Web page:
A Rant on Learning and Intersectionality

I asked a new social work student yesterday how their classes were going. They expressed that there is no mental health focus in any of the classes (which is their passion) and that majority of the courses focus on race. They said that they’re not racist which to me said that since they are not racist they do not need to learn about race and racism. I strongly disagree and would think that to think you do not need to learn about race because you are not racist might be heading into the territory of oppression.

When I entered my social work education in 2007 I thought I knew things. With each passing year I realized how little I knew in terms of the history and harmful current repercussions. In my first year I remember saying that Canada’s aboriginal populations needed to “get over it” and accept that what happened in terms of colonization because it was a long time ago. I did not intend anything mean by that statement, it was made out of pure ignorance. I then began learning about the process of colonization, the residential schools, the Indian Act and the state the Reserves. I spent a lot of time crying and being angry. You can bet that “get over it” is something I will never say again and in fact I draw attention to the severe issues facing many of Canada’s Aboriginal Peoples. Even if we believe we know a lot on a certain topic (ie: mental health), unless you are actively researching you may be completely unaware of the history, the different movements and the current state of our mental health system. We always need to be learning!

Currently, much of social work (and activism in general) is focusing on INTERSECTIONALITY. Intersectionality is about understanding that people have multiple identities that intersect with each other in unique ways. These unique ways can produce risk and protective factors, privilege and oppression which shapes the persons life experience. For example, I my intersecting identities are that I am White, a Woman, a person with a Mental Health Issue and I am Low Income. History tells me that being White is a privileged identity whereas being a Woman, having a Mental Health Issue and being Low Income are oppressed identities. How intersectionality would look at this is how do these different identities help or hinder me. Even our current society tells me that I am not as privileged as a White Man but I am most likely more privileged then an Immigrant Woman who is of Colour.

So, as you can see it is impossible to look at a person and just see their one issue. To do so would be a disservice to them and their community. Many in the helping professions are realizing how a person’s many identities interact. A Black Youth may develop severe anxiety because they are experience racism at school, a Gay Russian Man may have fled to Canada because his life is in danger back home due to homophobia and a Person with a Disability may be living in poverty due to poor accommodations in their job. We cannot just look at the mental health of the youth when they are being called racist slurs, we cannot just use the potential safety of Canada to dismiss the man’s trauma at being beaten by the police, and we cannot just hand the person with a disability social assistance checks when they could work to their full potential with accommodations.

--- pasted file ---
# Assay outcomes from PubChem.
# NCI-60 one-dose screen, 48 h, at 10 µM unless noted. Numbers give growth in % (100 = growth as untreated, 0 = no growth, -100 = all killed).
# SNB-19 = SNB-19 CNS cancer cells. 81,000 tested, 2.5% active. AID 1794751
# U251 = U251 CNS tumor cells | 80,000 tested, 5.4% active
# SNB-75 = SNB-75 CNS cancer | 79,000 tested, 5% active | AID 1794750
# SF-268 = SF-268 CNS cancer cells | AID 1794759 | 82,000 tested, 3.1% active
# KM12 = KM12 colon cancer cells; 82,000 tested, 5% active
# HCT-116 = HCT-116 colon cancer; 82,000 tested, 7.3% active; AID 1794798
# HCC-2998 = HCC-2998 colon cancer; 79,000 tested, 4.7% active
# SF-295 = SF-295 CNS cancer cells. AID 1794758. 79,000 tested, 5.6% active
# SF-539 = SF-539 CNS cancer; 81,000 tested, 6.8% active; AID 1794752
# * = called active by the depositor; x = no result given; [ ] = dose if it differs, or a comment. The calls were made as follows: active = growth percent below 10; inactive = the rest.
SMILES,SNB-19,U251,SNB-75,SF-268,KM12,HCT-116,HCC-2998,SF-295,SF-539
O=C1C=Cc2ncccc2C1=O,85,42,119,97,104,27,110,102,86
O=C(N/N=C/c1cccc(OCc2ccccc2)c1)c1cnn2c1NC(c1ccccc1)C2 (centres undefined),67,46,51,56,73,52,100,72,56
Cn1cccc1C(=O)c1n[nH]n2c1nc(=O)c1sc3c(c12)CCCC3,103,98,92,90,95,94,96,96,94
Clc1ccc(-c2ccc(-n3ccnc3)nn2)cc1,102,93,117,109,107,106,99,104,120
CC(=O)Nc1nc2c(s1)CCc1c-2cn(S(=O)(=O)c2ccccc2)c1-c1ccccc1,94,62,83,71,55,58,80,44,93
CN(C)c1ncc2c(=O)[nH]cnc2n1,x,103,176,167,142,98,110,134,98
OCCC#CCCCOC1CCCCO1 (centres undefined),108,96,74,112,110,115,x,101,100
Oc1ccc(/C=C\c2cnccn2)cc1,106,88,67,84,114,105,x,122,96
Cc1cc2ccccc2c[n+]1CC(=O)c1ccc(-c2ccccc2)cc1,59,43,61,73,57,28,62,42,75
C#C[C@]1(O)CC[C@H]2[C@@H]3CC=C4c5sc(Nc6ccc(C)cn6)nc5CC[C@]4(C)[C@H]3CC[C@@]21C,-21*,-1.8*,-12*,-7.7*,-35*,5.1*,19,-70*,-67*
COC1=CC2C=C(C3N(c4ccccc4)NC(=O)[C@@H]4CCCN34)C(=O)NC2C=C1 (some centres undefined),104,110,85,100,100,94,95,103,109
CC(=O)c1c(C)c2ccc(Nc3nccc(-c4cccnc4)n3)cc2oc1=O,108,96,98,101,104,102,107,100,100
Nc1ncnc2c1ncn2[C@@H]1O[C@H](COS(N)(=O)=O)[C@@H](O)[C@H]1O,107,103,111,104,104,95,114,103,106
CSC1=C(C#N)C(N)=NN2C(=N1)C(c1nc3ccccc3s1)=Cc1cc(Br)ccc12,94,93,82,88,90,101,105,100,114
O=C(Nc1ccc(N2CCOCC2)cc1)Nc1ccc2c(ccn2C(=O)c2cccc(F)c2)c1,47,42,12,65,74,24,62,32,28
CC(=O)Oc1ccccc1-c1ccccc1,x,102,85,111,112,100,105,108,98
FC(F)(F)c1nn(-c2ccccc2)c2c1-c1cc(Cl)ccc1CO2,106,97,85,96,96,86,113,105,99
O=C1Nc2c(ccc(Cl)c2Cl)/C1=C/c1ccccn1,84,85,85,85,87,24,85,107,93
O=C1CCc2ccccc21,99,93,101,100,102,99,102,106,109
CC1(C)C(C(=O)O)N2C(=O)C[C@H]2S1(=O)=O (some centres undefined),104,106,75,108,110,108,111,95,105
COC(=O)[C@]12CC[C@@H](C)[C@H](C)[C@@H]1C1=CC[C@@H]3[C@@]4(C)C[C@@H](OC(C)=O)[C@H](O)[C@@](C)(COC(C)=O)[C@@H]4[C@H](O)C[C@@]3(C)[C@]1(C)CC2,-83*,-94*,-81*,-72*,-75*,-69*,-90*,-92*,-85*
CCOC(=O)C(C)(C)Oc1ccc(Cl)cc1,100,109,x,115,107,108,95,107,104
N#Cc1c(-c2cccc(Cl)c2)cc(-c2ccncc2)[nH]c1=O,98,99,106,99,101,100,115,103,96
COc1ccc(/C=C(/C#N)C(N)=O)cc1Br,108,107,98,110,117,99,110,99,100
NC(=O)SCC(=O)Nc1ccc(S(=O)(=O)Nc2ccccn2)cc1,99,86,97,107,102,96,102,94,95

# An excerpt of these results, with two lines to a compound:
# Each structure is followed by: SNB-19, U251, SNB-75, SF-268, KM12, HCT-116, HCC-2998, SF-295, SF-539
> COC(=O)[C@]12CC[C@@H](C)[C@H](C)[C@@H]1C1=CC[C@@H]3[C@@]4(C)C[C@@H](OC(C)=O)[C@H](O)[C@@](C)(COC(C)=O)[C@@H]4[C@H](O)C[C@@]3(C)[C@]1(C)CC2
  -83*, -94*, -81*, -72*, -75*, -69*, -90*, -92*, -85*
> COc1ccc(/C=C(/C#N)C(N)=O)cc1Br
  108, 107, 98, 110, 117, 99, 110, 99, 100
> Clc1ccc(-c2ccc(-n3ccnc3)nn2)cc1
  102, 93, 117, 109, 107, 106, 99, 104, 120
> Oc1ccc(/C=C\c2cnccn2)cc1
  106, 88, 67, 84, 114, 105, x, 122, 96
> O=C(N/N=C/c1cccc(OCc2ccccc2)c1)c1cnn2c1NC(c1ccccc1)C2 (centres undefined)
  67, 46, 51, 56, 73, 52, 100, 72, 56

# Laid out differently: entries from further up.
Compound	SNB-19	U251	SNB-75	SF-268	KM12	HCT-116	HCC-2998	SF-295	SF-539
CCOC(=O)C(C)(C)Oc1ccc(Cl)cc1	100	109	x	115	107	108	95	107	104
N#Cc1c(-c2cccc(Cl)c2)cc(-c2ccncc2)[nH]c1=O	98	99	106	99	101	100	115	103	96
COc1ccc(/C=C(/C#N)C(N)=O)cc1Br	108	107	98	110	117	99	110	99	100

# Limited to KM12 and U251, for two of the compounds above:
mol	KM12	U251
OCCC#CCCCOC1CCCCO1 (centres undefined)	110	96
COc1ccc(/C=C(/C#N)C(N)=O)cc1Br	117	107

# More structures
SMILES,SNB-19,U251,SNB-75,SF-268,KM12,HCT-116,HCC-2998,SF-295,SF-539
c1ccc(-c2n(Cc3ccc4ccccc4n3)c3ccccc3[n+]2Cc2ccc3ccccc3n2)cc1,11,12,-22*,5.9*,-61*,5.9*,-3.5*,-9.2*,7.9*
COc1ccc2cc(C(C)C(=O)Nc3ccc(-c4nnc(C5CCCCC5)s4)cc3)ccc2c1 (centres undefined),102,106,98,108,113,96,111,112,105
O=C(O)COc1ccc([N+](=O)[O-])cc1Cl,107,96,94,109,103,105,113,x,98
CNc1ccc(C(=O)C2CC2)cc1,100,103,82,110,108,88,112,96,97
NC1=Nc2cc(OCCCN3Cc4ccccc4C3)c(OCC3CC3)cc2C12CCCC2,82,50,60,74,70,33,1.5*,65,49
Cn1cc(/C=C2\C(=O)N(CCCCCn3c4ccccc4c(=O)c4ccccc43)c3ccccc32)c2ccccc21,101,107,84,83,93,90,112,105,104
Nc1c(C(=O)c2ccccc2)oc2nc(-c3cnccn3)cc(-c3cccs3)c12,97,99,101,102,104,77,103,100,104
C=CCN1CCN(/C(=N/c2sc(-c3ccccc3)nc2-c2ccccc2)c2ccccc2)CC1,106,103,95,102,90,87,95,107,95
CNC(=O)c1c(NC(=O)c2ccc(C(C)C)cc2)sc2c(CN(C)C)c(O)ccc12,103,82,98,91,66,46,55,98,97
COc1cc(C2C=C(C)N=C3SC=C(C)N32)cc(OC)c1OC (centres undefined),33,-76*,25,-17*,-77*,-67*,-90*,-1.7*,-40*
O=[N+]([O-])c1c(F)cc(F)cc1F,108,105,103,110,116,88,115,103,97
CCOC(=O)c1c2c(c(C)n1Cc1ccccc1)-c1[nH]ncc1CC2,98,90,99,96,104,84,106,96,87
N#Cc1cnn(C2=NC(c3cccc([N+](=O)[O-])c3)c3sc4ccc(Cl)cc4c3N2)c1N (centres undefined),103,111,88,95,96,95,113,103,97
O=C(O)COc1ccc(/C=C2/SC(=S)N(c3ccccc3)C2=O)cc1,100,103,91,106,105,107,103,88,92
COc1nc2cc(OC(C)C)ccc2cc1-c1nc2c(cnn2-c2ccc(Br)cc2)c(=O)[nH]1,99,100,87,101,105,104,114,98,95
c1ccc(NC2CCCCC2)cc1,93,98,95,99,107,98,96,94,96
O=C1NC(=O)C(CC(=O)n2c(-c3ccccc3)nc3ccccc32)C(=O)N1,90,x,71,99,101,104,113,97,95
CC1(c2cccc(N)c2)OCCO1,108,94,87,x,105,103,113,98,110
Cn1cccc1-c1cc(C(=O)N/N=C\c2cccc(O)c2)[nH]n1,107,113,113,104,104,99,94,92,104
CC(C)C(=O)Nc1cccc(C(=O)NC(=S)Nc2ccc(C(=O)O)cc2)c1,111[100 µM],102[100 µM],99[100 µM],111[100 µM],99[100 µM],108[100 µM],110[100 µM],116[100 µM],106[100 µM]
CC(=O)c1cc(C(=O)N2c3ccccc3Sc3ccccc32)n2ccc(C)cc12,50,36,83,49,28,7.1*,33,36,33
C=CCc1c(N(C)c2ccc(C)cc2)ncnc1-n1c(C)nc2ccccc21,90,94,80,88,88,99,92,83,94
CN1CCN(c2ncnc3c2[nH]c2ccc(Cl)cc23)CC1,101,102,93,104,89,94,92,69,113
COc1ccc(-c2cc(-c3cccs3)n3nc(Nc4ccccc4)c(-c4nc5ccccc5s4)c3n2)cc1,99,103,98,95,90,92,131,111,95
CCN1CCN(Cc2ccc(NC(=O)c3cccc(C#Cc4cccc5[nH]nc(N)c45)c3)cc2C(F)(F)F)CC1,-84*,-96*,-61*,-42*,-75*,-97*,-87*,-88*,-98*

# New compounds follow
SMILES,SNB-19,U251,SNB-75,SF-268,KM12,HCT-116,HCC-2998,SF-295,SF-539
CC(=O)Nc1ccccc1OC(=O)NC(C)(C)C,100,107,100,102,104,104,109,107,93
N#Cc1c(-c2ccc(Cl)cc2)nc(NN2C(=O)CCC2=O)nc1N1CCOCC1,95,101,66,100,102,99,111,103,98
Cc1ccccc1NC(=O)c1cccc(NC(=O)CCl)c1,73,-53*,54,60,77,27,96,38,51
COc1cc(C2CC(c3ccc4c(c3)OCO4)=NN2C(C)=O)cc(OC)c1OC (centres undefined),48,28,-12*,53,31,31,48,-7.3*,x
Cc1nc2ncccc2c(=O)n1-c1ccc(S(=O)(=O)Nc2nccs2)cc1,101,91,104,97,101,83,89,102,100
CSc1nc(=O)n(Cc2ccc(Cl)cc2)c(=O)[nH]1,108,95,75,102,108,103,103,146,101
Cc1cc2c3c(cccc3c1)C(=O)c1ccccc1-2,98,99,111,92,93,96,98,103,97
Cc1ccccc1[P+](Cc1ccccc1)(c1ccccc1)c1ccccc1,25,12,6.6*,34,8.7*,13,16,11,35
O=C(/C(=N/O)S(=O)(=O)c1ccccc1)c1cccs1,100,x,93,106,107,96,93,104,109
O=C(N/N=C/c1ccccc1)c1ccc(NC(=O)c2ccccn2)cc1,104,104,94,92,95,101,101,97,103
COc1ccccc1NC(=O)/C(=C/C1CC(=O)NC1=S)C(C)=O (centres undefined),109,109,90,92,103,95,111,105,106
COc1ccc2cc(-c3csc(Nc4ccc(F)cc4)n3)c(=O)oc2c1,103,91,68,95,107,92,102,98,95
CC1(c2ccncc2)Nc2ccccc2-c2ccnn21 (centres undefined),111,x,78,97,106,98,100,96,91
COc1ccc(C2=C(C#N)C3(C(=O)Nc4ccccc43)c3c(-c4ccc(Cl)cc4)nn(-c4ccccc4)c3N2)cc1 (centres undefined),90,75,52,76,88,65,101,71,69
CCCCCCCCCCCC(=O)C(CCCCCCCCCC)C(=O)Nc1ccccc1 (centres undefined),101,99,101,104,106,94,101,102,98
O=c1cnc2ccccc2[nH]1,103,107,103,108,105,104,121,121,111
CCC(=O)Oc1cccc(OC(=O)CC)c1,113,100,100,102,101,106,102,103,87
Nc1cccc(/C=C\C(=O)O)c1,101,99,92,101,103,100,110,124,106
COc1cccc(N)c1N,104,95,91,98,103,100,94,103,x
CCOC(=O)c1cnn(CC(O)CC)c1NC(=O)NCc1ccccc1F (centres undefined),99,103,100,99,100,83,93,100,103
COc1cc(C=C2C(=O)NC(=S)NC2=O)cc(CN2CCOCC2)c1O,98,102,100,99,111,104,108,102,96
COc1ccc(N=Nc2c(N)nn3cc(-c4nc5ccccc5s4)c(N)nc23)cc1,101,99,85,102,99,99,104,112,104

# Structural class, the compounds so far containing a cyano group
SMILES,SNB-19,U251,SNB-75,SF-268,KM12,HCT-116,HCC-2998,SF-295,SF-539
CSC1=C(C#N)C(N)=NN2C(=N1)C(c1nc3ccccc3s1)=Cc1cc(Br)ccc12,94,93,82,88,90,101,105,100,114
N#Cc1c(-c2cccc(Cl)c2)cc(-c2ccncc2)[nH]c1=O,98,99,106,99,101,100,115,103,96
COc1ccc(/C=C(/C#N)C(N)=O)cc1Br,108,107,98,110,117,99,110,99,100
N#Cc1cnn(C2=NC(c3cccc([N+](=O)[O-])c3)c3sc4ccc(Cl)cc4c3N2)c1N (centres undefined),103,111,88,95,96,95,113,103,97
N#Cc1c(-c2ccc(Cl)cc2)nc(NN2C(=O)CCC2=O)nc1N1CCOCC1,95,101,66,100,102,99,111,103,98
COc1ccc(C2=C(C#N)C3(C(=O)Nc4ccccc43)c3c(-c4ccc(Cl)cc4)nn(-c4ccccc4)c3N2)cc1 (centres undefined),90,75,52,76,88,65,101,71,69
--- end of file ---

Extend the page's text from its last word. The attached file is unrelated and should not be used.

Social Work education is lacking. Despite teaching interestionality and viewing the person holistically it does not demonstrate this in it’s courses by narrowly picking and choosing what it teaches. This is why I told this new social work student that if they want to bring in mental health they can find a way in their essays or to go to the head of his University’s School of Social Work and put positive pressure on them to develop a social work mental health course.

 

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5 thoughts on “A Rant on Learning and Intersectionality

  1. I should think it would be obvious by now, but I think you are absolutely amazing and pretty much everything you post I fall in love with because it’s brilliant.

    Also, your post on your expectations of recovery kindled a larger flame inside of me. I need to be in touch and I’m putting this out there to hopefully make myself more accountable and up the odds I’ll follow through.

    Sending you love.

  2. I prefer the Avenue Q approach that Everyone’s a Little Bit Racist Sometimes, and we should all just admit it and not feel guilty, but just work on it. I have noticed in general that when “diversity” is discussed it typically does not include disability of any kind. I’m not sure why this is. Oftentimes there is someone who thinks one “ism” trumps all others (class if they’re a socialist, gender if they’re white feminist, race if they’re a man of color) Often it’s race- like for some reason I’ve noticed that it seems like if you accuse someone of being racist they will get much more upset than if you tell them they’re sexist, ableist etc. In fact the others they are more likely to laugh off. I think they are all equally important and we need to make sure they are taken into account. Sizeism (attitudes/discrimination based on percieved weight/size) is another one that often gets forgotten about.

    • That’s a great point, about how people get mad about being called a racist but not sexist.

      There is a hierarchy. Hierarchy of Oppression, we called it in school. I think we are all guilty of oppressing. I do wonder how avoidable it is. I think it comes down your awareness and willingness to understand where certain thoughts and beliefs come from.

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